It takes practice

Why clear language matters, teaching active and passive voice, writing for accessibility, how to shorten sentences

Toot toot! We have made it to 300+ subscribers and we're only on issue five of Plain English Weekly. Thank you so much for sharing it with your pals!

This week, I'm a world away from my usual content design work. Instead, I'm producing the official podcast for the Trans Pyrenees ultra-distance cycling race. It's quite the change of scenery from word-wrangling!

After that, whisper it quietly (the very best way to whisper), I might be looking for my next freelance content gig. I very much enjoy receiving emails about exciting projects, so do get in touch if you fancy a chit chat.

Finally, before I get the heck out of your way, what are you up to? I'd love to know more about what you do and why you're into plain English.

Feel free to reply to this email!


Quick note to say I run exciting plain English workshops with teams from all sorts of organisations. Email if you'd like to know more about how they work.

Making the case for clear language

This is super stuff from Nia Campbell at Content Design London. It's full of useful distinctions and information and a follow up to the International Organization for Standardization (ISO) launching its first plain language standard

The bit about whether we should use the term 'plain' or 'clear' language caught my eye! I fussed for ages over whether I should call this newsletter Clear Language Weekly. In the end, I went for Plain English Weekly instead because I felt it was the more recognised phrase. People know it as a thing.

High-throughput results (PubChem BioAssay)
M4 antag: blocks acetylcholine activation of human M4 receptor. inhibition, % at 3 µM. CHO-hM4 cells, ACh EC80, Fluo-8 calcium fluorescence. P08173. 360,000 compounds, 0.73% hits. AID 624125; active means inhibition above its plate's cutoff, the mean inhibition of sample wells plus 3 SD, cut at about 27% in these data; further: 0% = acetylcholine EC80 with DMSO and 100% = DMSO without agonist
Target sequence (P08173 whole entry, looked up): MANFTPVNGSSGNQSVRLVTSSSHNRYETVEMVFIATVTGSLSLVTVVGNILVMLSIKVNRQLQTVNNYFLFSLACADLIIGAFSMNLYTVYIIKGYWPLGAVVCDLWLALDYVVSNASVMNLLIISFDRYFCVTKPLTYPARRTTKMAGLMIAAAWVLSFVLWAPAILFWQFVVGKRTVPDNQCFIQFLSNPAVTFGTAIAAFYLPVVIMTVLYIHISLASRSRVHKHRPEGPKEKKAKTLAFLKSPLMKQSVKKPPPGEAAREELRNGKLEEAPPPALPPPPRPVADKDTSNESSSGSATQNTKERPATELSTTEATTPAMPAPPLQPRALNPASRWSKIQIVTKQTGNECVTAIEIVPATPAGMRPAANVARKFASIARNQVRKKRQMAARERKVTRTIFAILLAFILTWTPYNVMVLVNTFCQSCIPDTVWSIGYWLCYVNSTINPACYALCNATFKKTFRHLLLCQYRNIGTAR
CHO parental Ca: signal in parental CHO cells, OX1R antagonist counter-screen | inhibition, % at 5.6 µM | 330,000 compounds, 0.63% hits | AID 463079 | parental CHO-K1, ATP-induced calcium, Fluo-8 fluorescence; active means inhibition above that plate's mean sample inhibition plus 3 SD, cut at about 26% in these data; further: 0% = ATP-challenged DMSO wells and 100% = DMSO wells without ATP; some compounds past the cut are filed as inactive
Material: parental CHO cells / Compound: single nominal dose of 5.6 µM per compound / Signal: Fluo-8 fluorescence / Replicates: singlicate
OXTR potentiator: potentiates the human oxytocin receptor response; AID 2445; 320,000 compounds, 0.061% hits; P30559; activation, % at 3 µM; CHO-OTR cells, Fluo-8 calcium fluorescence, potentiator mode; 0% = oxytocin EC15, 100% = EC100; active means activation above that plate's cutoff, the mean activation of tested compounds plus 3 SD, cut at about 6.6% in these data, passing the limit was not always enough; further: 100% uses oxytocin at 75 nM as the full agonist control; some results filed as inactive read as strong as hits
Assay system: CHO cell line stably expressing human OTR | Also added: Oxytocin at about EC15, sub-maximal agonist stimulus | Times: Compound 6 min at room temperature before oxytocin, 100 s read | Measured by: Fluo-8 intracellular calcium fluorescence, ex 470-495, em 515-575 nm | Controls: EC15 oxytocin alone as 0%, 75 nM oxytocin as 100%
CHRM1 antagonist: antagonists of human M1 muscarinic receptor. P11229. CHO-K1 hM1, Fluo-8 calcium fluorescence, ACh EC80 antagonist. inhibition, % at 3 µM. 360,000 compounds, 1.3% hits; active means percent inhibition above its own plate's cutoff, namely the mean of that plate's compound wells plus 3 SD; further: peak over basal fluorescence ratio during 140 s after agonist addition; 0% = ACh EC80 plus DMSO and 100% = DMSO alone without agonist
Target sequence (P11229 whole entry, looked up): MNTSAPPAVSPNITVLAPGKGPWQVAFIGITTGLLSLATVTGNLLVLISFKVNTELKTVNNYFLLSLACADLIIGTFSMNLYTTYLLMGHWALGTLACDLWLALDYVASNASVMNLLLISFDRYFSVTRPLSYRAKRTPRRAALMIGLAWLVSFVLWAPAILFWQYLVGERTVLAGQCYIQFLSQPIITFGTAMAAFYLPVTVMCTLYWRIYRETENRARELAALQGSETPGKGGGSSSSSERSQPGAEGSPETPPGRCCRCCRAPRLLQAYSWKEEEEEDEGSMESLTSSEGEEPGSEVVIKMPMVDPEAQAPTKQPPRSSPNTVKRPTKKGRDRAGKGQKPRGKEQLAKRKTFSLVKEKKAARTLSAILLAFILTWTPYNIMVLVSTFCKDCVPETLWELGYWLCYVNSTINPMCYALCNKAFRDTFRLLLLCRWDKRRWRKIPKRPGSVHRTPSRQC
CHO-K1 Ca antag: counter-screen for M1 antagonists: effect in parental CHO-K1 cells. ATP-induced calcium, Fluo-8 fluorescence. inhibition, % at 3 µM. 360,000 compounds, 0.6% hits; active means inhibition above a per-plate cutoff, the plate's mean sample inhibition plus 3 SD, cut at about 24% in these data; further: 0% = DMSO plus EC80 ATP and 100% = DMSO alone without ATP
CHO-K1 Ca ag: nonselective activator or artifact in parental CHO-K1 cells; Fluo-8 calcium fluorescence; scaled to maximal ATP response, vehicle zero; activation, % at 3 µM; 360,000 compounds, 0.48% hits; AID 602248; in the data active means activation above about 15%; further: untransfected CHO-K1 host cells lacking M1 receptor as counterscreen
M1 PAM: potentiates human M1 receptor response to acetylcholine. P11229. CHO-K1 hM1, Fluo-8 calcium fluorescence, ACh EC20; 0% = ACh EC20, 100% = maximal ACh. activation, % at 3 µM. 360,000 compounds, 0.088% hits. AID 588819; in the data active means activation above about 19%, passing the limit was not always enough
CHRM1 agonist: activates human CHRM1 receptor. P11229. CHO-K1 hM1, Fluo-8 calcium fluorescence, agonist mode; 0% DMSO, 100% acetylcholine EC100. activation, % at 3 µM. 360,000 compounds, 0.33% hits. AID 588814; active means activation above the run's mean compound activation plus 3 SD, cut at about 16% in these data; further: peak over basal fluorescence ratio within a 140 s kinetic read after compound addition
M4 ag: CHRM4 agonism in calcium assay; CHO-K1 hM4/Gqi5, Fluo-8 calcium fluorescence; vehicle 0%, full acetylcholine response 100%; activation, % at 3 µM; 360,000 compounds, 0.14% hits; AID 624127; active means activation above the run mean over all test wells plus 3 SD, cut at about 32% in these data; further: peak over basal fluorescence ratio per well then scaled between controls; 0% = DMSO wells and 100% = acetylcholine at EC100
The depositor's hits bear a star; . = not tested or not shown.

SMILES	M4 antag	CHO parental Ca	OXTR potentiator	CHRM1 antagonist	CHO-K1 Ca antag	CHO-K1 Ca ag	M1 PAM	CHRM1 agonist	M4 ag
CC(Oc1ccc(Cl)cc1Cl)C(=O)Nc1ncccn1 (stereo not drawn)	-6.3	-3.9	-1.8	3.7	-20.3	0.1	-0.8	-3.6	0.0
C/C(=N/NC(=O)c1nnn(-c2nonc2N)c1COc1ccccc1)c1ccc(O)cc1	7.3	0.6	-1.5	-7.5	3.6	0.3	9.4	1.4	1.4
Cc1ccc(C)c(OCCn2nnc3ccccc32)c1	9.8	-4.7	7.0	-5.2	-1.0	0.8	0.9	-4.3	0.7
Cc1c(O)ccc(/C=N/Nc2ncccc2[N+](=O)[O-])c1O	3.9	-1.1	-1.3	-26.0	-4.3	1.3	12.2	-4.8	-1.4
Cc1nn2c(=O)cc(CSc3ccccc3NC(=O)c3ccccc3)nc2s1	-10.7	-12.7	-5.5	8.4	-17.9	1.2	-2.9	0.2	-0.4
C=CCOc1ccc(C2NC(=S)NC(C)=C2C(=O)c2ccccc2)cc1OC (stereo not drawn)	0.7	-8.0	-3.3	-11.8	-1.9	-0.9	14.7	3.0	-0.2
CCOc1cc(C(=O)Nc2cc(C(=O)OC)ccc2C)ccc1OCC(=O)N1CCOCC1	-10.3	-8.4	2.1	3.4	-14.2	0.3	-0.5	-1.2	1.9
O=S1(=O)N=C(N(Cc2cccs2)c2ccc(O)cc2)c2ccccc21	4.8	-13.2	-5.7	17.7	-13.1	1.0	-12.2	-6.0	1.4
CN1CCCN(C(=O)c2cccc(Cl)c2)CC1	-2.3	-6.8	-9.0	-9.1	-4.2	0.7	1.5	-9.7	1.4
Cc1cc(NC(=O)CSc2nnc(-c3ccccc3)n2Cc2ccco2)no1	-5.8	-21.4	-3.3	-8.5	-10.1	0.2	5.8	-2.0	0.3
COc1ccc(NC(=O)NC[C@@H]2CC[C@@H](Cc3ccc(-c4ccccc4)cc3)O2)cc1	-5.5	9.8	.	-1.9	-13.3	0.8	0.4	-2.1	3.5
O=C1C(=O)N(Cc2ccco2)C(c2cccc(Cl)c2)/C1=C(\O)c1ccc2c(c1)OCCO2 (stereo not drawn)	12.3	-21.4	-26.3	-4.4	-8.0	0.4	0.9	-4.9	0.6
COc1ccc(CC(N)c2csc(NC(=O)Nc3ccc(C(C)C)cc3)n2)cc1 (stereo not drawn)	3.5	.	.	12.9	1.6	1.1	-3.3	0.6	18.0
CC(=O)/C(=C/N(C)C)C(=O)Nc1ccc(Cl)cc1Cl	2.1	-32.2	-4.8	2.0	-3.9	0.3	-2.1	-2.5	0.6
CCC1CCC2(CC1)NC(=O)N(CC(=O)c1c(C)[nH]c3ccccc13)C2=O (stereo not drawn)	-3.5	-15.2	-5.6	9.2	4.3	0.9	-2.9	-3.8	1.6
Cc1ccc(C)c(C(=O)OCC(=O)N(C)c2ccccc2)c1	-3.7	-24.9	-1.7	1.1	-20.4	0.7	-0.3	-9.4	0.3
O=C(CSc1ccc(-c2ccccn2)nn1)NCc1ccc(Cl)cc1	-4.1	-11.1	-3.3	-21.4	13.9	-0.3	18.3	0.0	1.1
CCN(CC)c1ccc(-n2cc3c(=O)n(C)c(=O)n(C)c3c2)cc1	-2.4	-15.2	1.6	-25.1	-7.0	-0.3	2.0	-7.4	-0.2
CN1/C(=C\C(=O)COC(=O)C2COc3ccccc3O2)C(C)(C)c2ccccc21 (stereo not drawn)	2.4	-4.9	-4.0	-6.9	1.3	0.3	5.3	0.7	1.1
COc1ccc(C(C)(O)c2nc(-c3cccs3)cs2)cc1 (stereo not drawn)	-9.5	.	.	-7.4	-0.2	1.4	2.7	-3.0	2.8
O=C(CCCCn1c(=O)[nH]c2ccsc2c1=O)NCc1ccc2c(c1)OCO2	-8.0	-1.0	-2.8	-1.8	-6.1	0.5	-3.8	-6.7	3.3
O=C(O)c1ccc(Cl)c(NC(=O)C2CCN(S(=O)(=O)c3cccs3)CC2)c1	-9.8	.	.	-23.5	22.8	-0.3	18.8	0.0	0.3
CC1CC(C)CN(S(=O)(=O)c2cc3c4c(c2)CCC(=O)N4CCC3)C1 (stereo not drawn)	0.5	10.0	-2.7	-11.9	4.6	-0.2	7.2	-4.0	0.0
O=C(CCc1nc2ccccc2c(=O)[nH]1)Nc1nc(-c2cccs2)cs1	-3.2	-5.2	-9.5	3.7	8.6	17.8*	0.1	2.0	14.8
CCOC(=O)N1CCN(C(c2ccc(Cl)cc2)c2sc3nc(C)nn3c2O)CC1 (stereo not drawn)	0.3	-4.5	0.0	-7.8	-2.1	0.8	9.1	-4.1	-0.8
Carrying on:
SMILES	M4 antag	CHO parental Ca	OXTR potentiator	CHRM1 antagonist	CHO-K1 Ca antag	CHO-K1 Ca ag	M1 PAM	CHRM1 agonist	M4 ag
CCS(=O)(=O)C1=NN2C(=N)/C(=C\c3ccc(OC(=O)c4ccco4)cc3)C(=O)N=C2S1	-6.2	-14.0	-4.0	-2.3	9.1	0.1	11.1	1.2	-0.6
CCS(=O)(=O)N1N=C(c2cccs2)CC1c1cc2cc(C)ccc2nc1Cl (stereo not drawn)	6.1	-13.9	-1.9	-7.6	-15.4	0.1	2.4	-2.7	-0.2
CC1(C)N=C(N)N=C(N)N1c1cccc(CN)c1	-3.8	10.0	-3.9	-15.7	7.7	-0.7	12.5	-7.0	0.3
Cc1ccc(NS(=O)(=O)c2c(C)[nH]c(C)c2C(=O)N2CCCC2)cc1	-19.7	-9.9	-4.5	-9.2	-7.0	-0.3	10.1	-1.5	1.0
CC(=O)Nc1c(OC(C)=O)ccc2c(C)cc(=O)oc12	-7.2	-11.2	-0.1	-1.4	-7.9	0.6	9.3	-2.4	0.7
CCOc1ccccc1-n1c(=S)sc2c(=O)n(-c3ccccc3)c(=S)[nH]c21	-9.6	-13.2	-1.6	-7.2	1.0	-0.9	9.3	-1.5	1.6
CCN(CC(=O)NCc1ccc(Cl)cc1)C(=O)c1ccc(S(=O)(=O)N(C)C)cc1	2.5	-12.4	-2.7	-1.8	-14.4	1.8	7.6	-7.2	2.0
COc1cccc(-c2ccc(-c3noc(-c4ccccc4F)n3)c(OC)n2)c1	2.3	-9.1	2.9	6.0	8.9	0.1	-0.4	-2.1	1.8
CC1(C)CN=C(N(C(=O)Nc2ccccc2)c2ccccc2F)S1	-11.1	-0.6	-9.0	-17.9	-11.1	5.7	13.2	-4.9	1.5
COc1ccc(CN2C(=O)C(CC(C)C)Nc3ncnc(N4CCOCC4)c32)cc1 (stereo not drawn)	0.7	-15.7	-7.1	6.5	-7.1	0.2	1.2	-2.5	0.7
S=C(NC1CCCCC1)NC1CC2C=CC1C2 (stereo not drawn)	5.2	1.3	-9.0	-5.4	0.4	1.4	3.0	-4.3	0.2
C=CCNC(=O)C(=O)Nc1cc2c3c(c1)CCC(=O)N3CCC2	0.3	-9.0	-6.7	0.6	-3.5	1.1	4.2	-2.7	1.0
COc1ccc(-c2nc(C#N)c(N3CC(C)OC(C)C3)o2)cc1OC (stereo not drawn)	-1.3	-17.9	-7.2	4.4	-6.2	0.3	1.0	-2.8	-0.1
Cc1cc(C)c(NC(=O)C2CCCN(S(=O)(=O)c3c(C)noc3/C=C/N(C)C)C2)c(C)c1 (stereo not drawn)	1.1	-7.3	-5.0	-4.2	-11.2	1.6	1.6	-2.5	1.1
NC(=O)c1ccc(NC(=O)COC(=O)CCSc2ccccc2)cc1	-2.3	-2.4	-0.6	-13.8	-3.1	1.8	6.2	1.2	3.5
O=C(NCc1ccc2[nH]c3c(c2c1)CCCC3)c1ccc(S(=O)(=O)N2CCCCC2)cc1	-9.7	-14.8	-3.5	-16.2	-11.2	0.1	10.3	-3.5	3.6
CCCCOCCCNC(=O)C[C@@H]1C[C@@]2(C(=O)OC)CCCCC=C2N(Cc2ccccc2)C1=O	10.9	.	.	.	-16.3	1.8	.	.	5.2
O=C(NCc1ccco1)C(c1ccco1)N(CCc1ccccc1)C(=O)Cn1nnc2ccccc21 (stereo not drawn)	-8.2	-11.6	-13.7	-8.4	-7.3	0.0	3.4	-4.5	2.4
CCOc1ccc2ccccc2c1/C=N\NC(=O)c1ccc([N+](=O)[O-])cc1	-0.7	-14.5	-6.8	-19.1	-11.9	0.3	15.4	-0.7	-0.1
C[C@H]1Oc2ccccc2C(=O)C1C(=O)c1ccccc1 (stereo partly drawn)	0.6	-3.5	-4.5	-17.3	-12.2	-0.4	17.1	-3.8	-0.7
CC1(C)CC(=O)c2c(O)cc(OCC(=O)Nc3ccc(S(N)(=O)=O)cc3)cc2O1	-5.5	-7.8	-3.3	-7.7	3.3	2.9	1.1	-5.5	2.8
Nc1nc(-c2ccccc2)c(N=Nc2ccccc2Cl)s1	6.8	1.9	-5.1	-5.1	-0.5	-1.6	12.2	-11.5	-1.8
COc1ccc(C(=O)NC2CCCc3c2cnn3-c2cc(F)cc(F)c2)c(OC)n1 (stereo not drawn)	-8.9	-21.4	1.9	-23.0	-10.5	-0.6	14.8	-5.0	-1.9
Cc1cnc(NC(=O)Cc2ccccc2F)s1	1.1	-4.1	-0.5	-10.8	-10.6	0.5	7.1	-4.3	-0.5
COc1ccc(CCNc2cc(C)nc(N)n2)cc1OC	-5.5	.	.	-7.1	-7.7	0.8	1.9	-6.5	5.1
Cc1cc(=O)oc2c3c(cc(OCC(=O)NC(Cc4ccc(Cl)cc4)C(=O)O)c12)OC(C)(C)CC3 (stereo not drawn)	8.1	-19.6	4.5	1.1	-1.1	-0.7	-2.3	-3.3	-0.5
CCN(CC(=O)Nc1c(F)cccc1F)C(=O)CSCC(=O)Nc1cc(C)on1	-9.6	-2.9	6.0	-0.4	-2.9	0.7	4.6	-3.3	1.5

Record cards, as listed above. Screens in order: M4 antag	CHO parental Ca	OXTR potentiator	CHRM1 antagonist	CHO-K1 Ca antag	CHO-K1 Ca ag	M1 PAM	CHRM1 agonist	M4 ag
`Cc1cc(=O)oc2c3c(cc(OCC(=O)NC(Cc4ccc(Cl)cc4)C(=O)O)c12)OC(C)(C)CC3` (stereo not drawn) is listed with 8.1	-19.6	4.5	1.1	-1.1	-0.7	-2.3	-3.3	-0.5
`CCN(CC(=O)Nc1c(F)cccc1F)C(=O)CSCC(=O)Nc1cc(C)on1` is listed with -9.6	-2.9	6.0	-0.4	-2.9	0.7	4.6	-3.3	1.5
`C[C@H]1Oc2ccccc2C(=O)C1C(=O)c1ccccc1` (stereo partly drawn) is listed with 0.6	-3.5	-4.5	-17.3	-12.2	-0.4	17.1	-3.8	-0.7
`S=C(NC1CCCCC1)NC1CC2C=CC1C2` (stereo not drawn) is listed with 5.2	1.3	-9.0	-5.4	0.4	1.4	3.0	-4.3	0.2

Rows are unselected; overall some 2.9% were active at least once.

But as you may have spotted, I do generally prefer 'clear language' when I talk about the practical act of – you know – writing clearly.

How to use the active or passive voice

Guess what my 11-year-old twins are doing for their homework this week? They had to go through this ace web page all about the active and passive voice. It includes examples, videos and quizzes. I very much of approve of clear language in schools, though it would be great to see more about how it benefits people.

Mailchimp's guide to writing for accessibility

Writing clearly is just one part of making sure web pages are accessible to as many people as possible. Mailchimp's internal guides are always a handy reference tool and this one on accessible content is a good place to start.

5 easy ways to shorten your sentences

When I run plain English workshops, people often find it more difficult to shorten sentences than they first expect. There's a real knack to it. It takes practice. But the tips in this Outwrite blog post will help you get started.

Want to Create Inclusive UX Content? Avoid These Words

Lots of useful advice in this blog post by Chinwe Uzegbu, published on UX Planet. These are the small details that make a significant difference if you want to write in a way that does not exclude or alienate people.

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